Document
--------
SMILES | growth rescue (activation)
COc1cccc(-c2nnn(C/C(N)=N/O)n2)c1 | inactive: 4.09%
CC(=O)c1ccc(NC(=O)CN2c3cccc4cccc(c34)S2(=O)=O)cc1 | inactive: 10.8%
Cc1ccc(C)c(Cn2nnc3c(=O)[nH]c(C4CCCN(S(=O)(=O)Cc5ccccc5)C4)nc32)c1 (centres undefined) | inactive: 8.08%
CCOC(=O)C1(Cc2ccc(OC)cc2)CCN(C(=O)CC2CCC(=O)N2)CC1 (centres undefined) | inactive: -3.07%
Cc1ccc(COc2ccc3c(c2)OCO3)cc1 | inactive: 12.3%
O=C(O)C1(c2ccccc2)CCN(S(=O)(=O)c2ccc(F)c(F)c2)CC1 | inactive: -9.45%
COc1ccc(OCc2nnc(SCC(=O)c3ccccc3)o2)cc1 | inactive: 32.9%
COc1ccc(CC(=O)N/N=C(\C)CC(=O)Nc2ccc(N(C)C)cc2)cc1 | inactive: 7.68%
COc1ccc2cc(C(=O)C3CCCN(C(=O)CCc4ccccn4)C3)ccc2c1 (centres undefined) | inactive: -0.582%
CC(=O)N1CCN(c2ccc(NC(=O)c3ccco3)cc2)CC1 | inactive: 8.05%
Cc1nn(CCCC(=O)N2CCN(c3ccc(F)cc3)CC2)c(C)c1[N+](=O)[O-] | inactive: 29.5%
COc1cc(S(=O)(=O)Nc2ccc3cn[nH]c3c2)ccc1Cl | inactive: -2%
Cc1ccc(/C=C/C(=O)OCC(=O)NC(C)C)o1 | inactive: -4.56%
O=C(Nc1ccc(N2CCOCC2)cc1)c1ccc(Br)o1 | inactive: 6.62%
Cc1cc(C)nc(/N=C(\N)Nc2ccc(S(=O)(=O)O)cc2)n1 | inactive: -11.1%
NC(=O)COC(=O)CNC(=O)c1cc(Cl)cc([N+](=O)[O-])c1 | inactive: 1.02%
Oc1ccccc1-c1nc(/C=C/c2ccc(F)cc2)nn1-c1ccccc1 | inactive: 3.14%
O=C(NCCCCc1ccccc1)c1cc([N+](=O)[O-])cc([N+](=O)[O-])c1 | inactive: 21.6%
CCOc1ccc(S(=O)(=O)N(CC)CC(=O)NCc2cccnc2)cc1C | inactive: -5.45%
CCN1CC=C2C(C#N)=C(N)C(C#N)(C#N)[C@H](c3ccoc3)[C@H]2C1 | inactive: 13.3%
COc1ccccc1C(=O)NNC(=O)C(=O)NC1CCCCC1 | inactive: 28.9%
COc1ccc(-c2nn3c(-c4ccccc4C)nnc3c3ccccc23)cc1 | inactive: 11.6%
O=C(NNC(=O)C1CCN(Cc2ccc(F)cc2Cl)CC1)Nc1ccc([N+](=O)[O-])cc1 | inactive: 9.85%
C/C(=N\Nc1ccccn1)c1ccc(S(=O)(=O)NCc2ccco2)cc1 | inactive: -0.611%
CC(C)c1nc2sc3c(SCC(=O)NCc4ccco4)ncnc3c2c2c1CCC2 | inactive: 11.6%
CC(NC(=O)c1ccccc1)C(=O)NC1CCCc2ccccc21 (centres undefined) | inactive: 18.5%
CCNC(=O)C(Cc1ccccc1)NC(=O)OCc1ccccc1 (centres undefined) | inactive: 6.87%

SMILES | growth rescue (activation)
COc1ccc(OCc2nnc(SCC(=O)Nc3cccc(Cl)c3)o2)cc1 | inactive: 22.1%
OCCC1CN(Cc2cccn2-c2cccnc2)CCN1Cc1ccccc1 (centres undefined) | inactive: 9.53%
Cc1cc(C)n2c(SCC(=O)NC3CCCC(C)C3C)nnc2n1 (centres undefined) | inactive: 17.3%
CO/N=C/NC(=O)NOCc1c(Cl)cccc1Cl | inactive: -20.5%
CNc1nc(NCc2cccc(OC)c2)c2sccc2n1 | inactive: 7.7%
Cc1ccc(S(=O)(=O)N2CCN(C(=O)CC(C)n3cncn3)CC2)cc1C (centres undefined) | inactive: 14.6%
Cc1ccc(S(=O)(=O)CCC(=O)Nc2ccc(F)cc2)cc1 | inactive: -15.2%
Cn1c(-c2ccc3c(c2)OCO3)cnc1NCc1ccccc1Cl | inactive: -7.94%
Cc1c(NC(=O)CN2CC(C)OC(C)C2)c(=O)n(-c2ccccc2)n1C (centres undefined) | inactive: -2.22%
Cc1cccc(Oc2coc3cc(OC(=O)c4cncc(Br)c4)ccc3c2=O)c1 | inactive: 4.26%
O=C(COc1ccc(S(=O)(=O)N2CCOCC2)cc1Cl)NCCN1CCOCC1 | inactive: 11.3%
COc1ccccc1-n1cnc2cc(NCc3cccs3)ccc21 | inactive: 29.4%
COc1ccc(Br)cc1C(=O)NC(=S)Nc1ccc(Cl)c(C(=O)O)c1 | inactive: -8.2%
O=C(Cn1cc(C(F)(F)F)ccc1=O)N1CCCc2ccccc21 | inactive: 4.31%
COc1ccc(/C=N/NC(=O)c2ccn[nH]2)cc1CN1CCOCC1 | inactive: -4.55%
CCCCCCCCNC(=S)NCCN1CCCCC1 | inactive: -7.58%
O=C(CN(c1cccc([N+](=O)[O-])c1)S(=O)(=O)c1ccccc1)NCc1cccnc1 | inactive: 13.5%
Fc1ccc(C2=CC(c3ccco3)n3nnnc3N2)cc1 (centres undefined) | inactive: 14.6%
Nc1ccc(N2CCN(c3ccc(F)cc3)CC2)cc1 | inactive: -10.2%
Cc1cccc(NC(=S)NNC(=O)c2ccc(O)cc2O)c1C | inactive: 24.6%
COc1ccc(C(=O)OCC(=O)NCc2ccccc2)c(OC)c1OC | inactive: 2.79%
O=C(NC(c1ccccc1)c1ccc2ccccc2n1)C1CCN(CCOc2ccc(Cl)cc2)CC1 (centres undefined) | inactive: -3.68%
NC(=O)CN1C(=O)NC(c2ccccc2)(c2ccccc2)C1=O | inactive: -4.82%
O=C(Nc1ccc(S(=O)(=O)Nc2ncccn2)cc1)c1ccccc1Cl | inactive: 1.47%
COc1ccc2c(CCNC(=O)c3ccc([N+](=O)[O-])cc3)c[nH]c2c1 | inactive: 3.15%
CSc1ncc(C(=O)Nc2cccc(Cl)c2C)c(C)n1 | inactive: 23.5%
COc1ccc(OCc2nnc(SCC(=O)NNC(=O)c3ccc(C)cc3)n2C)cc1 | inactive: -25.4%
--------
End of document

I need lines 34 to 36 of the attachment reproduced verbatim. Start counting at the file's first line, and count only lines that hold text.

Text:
CNc1nc(NCc2cccc(OC)c2)c2sccc2n1 | inactive: 7.7%
Cc1ccc(S(=O)(=O)N2CCN(C(=O)CC(C)n3cncn3)CC2)cc1C (centres undefined) | inactive: 14.6%
Cc1ccc(S(=O)(=O)CCC(=O)Nc2ccc(F)cc2)cc1 | inactive: -15.2%